Photo: Claes Kyrk
Eurasian Baskettail

Dragonfly Grand Tour Sweden

On this trip we focus almost entirely on the interesting Dragonfly-fauna of Central Sweden with specialities like Blue/Scarce Chaser, Dark/ Eastern Whiteface and the giants among Dragonflies; Hawkers. Among no fewer than 8 species of Hawkers, we find two among Europe´s least distributed Aeshnids; Baltic– and Green Hawker. Add to that a potential list of 4 species of Emeralds, 5 Sympetrids and several Leucorrhinias as well as Damselflies.
   Among the Butterflies that are still on their wings, Camberwell Beauties are newly hatched and as beautiful as they come, pleasing the cameras.
   In combination with plenty of interesting Moth-species and leisurely as well as adventurous boat excursions on rivers and lakes, this is a great trip for any Dragonfly- Butterfly– or Moth-freak.

Day 1
Arrival at Västerås Airport.
We go directly to nearby island Nature reserve Ängsö, where we enjoy a picnic in a deciduous, semiopen landscape with meadows and wetlands and a parklike setting near an old castle.
   We explore a couple of different parts of this lovely island by foot, looking for Butterflies like Niobe Fritillary and Silver-spotted Skipper and dragonflies like Small Pincertail (Onychogomphus forcipatus) and several Aeshnids.
   On the way up to the Black River Valley a short stop along a forest track could show some high-summer Fritillaries, like Dark Green– and High Brown Fritillary and (odd years) Arran Browns.
Night in the Black River Valley.

For those interested we do a Moth-night one or two of these nights, selecting an interesting site where a good selection of Moths are likely to appear. Poplar– and Elephant Hawk Moth, Herald, Pine-tree Lappet, Light Crimson Underwing, and colourful Garden Tigers, Clifden Nonpareil and unique Scandinavian ”Peat-bog Carpet” (Arichanna melanaria) are just a couple of examples on what can be found in late summer.
(Have a look at these lists of species from previous Moth-nights in the area: link to pdf.)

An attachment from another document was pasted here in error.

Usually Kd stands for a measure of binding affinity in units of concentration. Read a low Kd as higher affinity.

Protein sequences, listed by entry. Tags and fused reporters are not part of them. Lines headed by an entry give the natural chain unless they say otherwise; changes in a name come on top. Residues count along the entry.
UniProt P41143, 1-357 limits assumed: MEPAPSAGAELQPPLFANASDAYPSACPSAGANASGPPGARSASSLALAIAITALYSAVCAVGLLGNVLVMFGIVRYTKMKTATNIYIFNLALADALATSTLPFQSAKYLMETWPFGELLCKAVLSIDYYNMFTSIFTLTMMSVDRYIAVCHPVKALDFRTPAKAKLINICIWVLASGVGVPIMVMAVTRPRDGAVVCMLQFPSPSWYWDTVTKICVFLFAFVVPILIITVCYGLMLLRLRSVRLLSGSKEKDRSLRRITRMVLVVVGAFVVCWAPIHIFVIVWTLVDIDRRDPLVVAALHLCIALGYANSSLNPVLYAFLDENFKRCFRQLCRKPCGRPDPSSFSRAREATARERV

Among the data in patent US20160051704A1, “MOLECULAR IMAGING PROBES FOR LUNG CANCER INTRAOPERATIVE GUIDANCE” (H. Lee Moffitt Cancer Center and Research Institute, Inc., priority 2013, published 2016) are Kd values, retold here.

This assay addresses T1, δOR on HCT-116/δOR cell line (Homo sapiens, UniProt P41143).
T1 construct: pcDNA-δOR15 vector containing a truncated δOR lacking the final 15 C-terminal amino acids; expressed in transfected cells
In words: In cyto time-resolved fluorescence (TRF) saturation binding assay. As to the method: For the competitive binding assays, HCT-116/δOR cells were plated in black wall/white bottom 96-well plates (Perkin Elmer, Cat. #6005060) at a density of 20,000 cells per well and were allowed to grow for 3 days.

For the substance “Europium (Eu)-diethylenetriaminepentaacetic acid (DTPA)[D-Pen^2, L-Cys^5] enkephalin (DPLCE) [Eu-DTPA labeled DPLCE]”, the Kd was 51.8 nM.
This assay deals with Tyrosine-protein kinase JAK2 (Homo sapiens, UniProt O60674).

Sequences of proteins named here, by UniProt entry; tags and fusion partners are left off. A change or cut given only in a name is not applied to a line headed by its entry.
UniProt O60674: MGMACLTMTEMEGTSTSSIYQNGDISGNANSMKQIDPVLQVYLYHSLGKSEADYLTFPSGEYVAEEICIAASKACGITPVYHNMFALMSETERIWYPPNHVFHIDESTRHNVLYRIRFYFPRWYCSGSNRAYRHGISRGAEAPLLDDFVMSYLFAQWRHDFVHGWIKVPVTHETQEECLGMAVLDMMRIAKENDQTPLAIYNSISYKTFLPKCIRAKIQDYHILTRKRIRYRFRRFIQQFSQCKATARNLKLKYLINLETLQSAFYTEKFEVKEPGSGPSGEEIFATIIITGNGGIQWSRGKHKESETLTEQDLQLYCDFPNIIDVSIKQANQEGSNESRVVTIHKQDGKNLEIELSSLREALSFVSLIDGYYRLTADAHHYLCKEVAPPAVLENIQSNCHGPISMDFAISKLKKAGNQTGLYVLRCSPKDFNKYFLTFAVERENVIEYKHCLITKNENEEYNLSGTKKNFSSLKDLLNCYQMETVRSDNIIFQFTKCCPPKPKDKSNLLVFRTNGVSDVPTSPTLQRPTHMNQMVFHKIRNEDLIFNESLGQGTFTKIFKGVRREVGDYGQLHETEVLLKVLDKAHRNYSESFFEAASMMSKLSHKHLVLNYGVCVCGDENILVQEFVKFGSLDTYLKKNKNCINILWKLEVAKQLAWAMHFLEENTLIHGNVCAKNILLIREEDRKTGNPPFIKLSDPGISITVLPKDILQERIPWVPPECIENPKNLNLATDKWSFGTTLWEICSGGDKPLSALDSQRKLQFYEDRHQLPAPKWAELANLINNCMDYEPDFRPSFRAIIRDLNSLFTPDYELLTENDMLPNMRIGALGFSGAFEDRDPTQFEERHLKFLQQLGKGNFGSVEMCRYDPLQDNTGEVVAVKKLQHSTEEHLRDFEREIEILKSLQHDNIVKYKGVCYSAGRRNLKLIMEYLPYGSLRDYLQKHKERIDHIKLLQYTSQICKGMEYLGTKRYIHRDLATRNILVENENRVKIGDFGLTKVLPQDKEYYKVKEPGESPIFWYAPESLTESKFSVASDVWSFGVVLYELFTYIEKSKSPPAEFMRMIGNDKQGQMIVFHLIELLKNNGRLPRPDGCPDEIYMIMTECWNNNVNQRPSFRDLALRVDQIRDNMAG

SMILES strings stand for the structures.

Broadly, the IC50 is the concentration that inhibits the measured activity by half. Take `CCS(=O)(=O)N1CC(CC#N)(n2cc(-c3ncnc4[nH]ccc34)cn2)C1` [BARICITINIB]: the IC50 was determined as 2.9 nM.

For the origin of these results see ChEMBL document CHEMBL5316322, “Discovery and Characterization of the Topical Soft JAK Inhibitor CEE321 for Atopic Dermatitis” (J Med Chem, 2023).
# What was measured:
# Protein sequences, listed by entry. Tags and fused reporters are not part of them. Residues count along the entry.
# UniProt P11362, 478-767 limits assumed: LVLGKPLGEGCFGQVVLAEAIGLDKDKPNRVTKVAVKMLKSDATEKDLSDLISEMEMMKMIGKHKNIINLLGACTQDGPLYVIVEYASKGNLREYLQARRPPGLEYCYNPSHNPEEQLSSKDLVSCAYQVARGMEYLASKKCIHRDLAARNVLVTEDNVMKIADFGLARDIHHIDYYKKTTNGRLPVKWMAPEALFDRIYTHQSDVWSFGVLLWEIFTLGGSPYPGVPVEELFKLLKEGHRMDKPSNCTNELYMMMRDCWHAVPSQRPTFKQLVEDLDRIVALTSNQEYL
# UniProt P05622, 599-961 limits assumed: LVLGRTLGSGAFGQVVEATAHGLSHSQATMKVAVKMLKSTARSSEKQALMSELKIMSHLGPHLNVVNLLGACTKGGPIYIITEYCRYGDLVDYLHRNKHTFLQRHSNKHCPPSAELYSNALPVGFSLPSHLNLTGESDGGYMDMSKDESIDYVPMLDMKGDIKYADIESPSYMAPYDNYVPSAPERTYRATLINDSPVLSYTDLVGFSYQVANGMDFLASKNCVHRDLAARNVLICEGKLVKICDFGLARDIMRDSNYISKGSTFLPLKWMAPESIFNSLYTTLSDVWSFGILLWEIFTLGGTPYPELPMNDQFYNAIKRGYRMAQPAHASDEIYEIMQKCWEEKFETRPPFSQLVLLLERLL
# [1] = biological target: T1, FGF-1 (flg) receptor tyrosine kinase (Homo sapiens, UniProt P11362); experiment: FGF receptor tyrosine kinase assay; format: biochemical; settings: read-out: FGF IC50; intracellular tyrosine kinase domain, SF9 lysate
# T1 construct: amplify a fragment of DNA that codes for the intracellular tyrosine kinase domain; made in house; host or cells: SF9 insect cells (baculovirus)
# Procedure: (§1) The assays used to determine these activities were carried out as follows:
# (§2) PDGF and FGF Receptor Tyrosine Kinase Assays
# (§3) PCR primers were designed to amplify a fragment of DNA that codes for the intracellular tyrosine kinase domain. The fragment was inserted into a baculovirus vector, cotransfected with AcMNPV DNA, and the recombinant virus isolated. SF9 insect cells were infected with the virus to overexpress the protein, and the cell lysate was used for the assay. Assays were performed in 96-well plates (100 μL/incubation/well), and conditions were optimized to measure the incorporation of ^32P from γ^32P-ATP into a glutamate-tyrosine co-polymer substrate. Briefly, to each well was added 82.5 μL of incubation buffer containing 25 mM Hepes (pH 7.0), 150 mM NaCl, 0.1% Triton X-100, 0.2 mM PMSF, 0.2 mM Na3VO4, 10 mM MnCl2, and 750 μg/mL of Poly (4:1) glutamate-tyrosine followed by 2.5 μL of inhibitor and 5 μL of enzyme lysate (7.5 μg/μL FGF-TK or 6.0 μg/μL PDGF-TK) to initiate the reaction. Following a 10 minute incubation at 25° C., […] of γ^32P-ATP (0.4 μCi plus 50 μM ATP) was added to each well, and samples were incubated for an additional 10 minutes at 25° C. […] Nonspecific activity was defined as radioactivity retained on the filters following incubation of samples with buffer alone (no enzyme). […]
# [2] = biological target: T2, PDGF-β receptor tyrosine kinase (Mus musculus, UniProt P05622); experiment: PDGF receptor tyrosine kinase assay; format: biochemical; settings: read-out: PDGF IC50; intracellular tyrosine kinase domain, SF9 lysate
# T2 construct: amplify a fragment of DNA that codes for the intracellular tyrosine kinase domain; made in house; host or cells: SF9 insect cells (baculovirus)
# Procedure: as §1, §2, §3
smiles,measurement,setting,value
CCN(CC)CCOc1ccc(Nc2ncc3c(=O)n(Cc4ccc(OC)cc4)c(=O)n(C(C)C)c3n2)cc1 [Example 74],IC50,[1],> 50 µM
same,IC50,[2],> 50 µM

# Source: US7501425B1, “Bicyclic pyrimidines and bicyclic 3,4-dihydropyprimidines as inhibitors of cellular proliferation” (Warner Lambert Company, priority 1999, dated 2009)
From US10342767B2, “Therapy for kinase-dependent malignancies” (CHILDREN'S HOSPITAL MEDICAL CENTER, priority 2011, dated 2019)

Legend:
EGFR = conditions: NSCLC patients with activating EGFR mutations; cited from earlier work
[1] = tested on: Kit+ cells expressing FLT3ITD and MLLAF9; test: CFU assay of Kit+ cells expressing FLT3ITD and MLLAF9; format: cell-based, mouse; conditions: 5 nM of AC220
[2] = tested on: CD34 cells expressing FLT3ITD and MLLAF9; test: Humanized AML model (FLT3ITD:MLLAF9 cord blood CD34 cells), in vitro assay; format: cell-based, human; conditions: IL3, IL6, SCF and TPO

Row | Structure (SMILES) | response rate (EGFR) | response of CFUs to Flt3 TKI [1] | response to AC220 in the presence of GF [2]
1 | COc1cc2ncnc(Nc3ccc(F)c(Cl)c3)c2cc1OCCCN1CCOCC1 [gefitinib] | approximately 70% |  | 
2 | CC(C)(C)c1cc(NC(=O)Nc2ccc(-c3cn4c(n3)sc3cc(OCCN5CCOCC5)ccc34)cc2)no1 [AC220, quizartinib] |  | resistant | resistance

Day 2
On the west edge of the Black River Valley, lies a vast pineforest – Hälleskogen. With plenty of bogs and mires it is an interesting area to explore on a longer walk. Here we look for Azure Hawkers (Aeshna caerulea), and getting close for pictures might call for the use of snowshoes (!) on the wet bogs.
   Along – or in fact many times – on the gravel roads Camberwell Beauties often appear and this time of the year they are newly hatched and just as fresh as they get. Always challenging for pictures.
   As the walk ends we reach a little forest lake were Brilliant Emeralds (Somatoclora metallica) fly and Blue Hawkers (Aeshna cyanea) can be seen among everpresent Brown Hawkers (Aeshna grandis).
   This is also a good breeding site for Black-throated Divers.
   A bit further north we find Keeled Skimmers (Orthetrum coerulescens) in oligotrof forest lakes of the Bergslagen area and maybe Common Goldenrings (Corduelegaster boltonii) are still flying, even if it is a bit late in the season.
   In the evening we take a relaxed walk to explore the lakesides of Fläcksjön, one of the major lakes in the Black River Valley.
   Here plenty of dragonflies, e.g. several Sympetrum species, Northern Emerald (Somatochlora arctica) Brilliant Emerald (Somatochlora metallica) and for that sake also birds, can be seen. We await dusk to experience the summerflocks of Common Cranes that roost in the north part of the lake.
Night in the Black River Valley.

Day 3
Well hidden in the pineforests of Roslagen – Uppland, lies a remote, tiny boglake called Mårdsjön. This is a place where rare Dark/ Eastern Whiteface (Leucorrhinia albifrons) flies together with Moorland Hawkers (Aeshna juncea) and Ruby Whiteface (Leucorrhinia rubicundas) and Small whiteface (Leucorrhinia dubia) also can be found.